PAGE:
Backbone, which is a convolutional neural network and outputs a feature pyramid

Head #1, where the last 3 layers of the pyramid are upscaled and convolved

Head #2, where the Detection layer is executed

Head #3, where the scores and bounding box coordinates are computed

### Fixing the Head #3 of YOLO

When applying INT8 quantization on the YOLO7 model, the output values were corrupted. While analyzing the code, it was observed that pixel coordinates and the class score values are not in the same range, therefore quantization collapses. After applying normalization on the coordinate values by image size, a more reasonable output was visible, but still, some values were wrong. Models with large input image sizes were still suffering from quantization collapse. After analyzing the model quantization parameters (factor, bias) it was found that a large numerical instability is present. This was further improved by using normalized scaling factors instead of normalizing output values by the image size. Precomputing the scaling factors is possible because we quantize static models, meaning the input size must be always the same and cannot change during inference.

As the next step, YOLO8 was tested, where the same numerical instability was visible. Changing here to use also normalized scaling factors instead of normalizing by image size solved a bug and it further improved the model precision by 4% compared to the previously reported values.

We can observe this on the first image, where normalizing with image size results in a factor difference of 10^5.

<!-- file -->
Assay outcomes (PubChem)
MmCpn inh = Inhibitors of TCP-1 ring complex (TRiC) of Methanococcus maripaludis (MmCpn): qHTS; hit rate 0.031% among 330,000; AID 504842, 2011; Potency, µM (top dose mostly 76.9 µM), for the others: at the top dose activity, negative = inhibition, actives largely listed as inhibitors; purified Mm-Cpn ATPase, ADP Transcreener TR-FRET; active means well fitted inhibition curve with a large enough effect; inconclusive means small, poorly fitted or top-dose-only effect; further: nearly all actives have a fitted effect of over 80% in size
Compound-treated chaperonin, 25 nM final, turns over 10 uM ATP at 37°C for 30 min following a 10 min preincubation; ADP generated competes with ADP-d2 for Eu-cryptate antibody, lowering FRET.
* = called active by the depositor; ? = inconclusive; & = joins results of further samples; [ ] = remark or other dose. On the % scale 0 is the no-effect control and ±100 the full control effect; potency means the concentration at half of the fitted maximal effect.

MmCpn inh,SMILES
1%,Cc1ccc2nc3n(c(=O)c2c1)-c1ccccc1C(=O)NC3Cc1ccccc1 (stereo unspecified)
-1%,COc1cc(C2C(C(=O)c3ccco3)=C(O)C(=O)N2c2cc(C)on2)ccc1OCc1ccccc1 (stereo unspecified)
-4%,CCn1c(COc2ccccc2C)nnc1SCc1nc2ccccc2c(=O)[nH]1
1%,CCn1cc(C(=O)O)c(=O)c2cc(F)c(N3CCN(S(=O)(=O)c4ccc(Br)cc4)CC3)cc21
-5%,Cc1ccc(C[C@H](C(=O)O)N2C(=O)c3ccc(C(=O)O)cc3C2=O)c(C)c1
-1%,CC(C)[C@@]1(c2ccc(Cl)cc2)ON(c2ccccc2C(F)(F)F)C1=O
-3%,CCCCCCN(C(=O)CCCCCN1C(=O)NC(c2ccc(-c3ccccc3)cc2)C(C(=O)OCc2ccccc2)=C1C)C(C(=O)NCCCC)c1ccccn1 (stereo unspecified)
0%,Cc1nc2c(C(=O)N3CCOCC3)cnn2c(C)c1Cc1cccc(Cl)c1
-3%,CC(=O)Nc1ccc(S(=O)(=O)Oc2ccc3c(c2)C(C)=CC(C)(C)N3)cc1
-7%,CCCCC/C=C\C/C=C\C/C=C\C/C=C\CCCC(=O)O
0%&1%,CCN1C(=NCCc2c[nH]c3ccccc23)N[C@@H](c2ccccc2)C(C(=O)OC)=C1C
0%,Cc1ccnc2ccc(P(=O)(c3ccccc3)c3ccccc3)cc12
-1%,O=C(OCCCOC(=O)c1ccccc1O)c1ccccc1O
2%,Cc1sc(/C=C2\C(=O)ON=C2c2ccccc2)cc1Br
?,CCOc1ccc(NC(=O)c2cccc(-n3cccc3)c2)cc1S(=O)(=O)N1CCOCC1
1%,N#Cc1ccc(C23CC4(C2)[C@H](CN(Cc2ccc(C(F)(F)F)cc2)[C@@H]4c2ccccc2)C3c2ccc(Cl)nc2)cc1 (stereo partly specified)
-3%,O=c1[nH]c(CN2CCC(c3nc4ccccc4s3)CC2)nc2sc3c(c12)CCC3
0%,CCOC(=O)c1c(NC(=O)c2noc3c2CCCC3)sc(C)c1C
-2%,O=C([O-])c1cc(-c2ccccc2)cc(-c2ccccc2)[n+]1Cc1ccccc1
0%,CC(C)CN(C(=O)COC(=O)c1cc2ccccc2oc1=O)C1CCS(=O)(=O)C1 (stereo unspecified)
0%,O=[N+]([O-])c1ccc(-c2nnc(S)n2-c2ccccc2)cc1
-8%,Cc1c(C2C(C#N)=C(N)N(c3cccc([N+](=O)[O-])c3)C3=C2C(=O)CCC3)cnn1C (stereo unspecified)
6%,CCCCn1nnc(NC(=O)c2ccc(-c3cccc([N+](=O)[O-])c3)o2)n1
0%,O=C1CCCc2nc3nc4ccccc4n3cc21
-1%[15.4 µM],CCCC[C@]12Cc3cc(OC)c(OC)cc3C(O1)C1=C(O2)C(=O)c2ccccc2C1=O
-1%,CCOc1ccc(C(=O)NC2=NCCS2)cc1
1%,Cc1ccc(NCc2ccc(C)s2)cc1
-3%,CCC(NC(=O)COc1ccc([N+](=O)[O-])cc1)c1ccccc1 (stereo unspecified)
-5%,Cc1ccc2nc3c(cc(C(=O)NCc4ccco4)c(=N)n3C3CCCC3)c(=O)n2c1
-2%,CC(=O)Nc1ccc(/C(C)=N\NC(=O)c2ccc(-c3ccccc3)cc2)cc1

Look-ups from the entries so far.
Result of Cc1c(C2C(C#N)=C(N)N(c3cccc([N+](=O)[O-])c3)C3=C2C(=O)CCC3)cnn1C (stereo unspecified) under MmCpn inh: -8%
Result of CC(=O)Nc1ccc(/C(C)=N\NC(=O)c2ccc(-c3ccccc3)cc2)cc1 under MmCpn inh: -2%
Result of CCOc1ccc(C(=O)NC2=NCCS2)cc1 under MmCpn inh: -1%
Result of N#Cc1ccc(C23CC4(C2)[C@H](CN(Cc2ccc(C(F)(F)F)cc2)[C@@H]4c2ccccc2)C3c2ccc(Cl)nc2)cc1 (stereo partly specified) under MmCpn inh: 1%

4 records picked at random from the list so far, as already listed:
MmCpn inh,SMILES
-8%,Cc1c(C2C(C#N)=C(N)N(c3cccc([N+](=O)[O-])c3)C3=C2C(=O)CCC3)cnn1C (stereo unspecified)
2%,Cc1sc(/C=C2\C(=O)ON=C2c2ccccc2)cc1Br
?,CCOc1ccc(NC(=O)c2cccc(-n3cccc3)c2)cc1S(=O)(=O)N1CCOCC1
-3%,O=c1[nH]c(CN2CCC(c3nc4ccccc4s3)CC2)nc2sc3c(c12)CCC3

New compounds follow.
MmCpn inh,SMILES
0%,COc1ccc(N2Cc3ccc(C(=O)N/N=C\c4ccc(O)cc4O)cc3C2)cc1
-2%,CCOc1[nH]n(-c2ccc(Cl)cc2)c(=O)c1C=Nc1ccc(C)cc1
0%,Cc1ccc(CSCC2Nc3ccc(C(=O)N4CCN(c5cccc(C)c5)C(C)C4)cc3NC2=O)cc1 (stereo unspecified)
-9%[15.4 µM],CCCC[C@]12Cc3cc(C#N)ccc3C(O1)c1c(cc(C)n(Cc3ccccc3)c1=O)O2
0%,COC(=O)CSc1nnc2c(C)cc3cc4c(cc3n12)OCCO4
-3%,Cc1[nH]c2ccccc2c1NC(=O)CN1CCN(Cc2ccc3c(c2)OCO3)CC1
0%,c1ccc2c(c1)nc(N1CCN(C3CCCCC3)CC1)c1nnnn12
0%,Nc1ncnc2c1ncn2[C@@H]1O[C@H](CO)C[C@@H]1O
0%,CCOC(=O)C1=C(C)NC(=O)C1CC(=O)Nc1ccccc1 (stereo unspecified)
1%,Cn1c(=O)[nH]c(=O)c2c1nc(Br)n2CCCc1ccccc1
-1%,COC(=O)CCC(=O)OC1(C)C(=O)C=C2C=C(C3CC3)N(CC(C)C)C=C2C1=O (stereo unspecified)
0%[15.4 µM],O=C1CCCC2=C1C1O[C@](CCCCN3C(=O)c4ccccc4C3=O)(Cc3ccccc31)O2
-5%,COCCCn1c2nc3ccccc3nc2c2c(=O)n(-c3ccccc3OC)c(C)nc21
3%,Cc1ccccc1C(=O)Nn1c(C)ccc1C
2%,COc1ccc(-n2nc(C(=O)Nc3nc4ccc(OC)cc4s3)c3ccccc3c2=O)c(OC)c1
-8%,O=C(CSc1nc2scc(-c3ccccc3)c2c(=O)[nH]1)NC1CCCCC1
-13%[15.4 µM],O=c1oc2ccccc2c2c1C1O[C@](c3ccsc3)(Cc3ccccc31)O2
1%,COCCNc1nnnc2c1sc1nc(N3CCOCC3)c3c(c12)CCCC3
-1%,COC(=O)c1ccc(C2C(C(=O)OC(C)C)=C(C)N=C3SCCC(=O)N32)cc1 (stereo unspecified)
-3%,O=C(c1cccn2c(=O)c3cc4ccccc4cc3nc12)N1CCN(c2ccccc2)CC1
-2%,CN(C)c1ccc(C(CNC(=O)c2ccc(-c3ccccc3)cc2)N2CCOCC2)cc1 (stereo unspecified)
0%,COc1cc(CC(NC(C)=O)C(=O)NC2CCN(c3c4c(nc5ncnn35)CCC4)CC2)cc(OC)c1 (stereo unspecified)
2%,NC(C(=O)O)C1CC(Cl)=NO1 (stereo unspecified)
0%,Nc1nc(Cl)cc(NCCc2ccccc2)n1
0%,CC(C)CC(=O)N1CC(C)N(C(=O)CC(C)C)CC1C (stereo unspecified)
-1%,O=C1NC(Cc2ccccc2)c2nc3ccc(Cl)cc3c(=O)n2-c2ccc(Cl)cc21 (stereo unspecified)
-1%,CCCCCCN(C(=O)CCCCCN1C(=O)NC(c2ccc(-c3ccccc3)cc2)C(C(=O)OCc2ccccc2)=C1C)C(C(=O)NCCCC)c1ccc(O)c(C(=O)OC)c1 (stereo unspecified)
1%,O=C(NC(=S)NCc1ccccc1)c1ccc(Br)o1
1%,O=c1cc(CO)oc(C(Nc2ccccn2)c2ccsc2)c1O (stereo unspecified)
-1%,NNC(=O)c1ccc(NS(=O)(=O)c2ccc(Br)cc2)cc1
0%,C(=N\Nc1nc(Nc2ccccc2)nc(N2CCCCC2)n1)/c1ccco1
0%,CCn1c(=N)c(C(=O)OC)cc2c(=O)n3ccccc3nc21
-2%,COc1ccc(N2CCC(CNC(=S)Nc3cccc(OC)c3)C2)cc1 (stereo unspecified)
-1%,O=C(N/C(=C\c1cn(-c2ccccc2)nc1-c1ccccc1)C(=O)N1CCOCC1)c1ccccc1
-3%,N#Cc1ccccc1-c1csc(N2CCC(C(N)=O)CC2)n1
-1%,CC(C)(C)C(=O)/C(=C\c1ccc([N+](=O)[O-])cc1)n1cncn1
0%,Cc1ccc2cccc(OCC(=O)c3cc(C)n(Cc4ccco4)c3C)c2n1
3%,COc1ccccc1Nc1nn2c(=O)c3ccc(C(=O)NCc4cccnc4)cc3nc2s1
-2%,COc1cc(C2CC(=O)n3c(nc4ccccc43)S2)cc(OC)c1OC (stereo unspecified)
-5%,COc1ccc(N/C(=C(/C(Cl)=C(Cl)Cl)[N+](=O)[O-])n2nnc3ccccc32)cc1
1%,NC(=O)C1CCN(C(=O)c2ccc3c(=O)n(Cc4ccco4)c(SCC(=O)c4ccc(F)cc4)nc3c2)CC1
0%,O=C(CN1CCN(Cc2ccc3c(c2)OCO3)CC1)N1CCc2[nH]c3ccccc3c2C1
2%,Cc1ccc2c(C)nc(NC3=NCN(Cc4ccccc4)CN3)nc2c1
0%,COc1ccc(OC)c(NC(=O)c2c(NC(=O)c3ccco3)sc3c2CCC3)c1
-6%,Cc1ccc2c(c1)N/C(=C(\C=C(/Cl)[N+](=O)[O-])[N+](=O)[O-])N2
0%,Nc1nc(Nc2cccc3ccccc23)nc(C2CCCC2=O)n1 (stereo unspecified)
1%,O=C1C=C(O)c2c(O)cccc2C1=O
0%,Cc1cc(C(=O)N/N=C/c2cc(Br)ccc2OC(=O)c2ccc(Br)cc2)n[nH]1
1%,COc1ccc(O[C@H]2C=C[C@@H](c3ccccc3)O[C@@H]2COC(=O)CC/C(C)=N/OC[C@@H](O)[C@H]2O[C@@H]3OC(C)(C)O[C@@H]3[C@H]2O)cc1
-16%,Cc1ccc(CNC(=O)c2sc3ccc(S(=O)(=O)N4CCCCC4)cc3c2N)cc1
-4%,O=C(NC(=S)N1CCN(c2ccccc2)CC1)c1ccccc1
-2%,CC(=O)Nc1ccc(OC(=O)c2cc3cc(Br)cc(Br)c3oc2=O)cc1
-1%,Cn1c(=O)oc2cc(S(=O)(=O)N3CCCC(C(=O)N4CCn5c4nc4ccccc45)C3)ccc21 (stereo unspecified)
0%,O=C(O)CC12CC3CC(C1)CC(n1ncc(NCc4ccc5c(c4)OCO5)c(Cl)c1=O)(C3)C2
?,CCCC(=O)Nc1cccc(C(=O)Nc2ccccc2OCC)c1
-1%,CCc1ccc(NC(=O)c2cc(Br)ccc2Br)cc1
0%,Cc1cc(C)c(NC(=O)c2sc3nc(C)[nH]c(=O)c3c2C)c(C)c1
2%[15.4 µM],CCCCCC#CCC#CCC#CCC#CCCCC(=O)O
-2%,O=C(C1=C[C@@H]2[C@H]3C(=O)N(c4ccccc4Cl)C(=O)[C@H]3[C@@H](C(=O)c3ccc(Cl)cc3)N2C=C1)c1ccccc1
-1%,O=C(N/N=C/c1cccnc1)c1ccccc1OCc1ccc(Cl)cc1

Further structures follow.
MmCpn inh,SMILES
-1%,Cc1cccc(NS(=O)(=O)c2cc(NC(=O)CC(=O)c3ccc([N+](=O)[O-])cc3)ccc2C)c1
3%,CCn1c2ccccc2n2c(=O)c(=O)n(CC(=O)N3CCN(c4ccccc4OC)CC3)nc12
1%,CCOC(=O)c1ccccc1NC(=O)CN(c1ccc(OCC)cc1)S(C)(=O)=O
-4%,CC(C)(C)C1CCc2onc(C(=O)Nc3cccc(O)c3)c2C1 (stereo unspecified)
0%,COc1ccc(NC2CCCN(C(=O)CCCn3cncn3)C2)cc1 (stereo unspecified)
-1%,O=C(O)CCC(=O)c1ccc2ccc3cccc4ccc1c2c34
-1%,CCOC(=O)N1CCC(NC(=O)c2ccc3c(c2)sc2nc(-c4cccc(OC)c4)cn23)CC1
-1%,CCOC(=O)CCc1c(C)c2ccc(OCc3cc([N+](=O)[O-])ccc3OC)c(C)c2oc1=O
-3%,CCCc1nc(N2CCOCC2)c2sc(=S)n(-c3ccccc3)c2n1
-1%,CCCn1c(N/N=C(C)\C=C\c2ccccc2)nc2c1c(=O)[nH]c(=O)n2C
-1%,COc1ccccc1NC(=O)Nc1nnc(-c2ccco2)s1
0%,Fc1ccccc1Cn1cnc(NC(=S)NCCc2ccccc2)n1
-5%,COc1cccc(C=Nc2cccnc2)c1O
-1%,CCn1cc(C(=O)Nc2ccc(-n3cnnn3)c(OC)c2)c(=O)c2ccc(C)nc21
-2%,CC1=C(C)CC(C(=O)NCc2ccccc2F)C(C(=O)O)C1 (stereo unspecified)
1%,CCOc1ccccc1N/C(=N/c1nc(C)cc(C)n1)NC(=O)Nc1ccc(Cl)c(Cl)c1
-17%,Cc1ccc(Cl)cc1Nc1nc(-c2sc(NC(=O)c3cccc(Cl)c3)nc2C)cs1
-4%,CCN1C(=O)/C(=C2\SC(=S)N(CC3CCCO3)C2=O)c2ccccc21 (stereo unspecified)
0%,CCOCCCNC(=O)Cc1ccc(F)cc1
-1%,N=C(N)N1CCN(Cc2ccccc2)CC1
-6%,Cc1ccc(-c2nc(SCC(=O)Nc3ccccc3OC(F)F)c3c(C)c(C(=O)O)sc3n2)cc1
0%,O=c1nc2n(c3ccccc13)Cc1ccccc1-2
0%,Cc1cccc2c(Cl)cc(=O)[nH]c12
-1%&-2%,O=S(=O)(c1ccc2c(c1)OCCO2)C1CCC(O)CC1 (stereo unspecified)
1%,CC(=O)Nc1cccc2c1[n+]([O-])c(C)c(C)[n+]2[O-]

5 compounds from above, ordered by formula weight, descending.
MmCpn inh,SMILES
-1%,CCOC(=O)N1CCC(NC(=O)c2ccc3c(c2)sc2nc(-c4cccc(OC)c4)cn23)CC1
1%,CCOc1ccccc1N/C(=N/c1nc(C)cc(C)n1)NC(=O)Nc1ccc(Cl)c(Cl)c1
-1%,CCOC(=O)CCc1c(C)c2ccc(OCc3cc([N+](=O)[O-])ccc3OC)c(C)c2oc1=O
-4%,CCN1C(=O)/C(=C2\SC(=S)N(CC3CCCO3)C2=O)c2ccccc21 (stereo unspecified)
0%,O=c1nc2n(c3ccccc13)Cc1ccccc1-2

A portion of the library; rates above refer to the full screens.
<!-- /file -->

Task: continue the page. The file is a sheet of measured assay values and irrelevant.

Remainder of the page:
Where on the second image we see that using normalized scaling factors for bounding box calculation our quantization factor difference is only 10^2.

Model | mAP50-95 | Note |

yolov8n FP32 | 37.3 | Unquantized |

yolov8n INT8 Main | 8.1 | Bug in repo |

yolov8n INT8 Claimed | 28.7 | Claimed results |

yolov8n INT8 Fixed | 32.9 | Fixed results |

### Should quantization be applied to Head #3 at all?

Tests have shown that if the last mathematical operations are excluded from the quantization the precision of the model increases, while the processing time is barely increasing. On a device with only INT8 operations, this would mean that the final steps need to be executed on the CPU, if FP32 instructions are available. This would also mean that normalization is not necessary and the previous discussion would be irrelevant. Detaching the head is at the moment rather cumbersome to implement for TFLite quantization (TPU, NXP) and only can be achieved with dirty hacks.